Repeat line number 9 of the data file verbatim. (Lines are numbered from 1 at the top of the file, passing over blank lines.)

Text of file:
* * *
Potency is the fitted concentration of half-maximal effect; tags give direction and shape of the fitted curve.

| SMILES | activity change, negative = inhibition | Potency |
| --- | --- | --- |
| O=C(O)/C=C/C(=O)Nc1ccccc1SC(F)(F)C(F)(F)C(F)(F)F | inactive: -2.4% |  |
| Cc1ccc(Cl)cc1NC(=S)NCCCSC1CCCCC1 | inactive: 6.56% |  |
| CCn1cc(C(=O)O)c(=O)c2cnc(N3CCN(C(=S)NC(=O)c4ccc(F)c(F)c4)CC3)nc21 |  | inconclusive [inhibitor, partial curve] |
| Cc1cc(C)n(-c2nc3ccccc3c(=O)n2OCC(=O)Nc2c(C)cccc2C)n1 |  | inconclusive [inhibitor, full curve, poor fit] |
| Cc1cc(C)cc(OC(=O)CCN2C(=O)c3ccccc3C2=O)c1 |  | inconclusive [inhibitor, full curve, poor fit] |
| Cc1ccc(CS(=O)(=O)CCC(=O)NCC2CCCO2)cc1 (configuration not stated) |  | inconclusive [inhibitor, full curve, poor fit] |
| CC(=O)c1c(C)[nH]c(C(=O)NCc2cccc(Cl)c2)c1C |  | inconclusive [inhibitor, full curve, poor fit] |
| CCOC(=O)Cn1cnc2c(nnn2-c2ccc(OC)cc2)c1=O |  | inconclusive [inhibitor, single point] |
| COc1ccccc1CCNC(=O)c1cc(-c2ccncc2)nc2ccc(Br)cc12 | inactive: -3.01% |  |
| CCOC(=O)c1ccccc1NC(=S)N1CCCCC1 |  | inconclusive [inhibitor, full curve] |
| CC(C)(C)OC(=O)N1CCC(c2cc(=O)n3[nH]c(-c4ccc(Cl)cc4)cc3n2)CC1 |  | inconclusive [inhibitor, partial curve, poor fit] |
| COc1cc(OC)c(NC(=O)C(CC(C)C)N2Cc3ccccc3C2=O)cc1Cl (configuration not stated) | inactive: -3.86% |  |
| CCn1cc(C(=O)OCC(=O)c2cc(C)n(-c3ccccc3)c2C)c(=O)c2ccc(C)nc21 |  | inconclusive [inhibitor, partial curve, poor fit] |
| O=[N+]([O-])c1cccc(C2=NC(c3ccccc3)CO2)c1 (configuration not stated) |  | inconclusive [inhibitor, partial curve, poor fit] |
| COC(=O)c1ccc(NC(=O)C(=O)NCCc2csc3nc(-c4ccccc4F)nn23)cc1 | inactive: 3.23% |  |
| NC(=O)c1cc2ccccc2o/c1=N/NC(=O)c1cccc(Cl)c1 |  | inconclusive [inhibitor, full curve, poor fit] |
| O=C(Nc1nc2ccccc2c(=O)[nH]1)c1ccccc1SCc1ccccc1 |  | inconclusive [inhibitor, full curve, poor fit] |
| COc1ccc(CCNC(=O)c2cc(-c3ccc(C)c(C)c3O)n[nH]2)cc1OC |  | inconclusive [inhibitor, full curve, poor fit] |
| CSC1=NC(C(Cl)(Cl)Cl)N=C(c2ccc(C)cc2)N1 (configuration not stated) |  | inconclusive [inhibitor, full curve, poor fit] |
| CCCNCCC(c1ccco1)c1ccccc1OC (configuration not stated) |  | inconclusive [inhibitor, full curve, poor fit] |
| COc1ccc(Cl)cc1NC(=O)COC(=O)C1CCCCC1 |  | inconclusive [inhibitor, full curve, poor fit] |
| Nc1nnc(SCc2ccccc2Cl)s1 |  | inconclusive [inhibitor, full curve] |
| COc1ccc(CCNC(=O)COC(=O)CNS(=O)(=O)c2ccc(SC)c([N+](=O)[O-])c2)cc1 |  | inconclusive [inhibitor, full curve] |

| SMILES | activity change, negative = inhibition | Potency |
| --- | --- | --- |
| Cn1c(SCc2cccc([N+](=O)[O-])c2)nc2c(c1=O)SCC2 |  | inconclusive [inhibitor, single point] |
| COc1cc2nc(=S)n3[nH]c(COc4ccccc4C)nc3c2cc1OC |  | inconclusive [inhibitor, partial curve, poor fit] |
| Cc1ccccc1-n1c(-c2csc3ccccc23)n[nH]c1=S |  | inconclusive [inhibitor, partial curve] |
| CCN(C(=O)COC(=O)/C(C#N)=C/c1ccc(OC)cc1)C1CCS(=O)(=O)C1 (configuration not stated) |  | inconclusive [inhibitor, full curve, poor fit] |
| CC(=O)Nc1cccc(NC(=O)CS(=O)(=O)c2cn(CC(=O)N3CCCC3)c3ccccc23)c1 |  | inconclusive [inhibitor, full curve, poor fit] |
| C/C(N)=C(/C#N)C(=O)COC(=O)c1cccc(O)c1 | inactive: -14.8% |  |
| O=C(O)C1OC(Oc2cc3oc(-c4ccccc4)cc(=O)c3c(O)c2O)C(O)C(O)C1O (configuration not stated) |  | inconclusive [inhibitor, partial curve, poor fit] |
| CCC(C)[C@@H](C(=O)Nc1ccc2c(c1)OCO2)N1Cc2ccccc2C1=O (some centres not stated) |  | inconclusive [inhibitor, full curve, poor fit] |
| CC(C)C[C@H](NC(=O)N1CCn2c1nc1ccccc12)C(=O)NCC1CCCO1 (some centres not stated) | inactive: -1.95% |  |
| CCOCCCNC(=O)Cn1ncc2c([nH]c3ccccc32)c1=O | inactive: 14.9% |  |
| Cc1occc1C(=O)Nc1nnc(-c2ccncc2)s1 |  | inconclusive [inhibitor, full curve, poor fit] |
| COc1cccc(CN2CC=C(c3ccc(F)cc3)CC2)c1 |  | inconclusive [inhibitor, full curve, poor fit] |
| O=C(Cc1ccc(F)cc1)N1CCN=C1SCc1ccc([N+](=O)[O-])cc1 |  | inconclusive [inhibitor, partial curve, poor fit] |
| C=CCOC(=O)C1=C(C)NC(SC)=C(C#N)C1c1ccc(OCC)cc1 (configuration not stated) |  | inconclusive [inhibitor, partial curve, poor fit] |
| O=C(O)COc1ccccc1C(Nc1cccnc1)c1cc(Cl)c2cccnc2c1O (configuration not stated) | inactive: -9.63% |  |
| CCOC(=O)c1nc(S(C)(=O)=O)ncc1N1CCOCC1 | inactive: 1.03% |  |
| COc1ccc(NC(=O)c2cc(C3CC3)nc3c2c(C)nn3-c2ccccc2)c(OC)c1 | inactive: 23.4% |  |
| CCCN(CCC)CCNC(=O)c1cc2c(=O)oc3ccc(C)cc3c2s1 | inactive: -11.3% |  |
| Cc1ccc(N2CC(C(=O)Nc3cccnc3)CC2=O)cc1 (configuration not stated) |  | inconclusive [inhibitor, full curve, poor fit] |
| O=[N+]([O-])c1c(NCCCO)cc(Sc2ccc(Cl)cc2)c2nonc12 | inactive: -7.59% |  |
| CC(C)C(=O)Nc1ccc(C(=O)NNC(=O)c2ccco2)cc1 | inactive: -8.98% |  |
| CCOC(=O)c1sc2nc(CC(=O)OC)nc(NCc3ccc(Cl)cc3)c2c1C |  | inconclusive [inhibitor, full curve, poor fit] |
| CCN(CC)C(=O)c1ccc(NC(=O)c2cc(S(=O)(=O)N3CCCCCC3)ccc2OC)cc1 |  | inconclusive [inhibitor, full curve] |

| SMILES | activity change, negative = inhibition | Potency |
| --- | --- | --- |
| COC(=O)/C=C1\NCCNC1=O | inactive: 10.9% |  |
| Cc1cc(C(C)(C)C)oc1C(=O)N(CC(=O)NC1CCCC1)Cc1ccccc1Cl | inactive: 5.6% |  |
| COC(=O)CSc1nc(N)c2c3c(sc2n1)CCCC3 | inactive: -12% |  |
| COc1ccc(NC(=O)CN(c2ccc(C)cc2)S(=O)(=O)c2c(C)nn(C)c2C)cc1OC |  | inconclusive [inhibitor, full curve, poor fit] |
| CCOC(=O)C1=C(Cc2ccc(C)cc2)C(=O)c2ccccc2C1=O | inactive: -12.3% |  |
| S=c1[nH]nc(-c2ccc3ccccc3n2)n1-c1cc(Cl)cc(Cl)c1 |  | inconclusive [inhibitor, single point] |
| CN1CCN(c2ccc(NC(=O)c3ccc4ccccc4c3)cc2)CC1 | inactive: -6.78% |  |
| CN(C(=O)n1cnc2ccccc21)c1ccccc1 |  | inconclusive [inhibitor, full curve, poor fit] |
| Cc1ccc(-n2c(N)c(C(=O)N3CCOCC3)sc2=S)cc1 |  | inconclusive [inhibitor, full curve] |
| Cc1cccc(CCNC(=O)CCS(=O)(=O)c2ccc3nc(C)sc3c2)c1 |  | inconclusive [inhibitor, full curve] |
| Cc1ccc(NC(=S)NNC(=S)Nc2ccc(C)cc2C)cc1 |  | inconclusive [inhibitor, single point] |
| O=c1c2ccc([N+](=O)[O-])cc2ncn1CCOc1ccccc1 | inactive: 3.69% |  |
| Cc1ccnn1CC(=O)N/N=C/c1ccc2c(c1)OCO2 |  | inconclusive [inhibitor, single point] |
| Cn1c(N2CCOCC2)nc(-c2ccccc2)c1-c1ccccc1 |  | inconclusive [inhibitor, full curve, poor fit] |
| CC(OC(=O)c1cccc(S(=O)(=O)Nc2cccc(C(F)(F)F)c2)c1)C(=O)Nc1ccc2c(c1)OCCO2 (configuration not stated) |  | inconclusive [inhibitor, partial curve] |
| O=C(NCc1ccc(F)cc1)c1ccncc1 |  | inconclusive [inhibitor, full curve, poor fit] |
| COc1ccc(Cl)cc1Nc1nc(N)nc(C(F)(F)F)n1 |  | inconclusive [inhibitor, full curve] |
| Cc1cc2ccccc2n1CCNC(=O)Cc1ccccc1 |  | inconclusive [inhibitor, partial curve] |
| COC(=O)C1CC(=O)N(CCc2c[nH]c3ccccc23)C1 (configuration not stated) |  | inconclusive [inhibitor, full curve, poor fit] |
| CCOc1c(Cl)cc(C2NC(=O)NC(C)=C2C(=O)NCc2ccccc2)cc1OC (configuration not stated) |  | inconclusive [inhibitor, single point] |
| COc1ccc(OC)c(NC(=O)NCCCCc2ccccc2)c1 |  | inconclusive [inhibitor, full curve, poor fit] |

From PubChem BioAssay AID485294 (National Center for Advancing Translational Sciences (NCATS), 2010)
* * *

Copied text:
| Cc1ccc(CS(=O)(=O)CCC(=O)NCC2CCCO2)cc1 (configuration not stated) |  | inconclusive [inhibitor, full curve, poor fit] |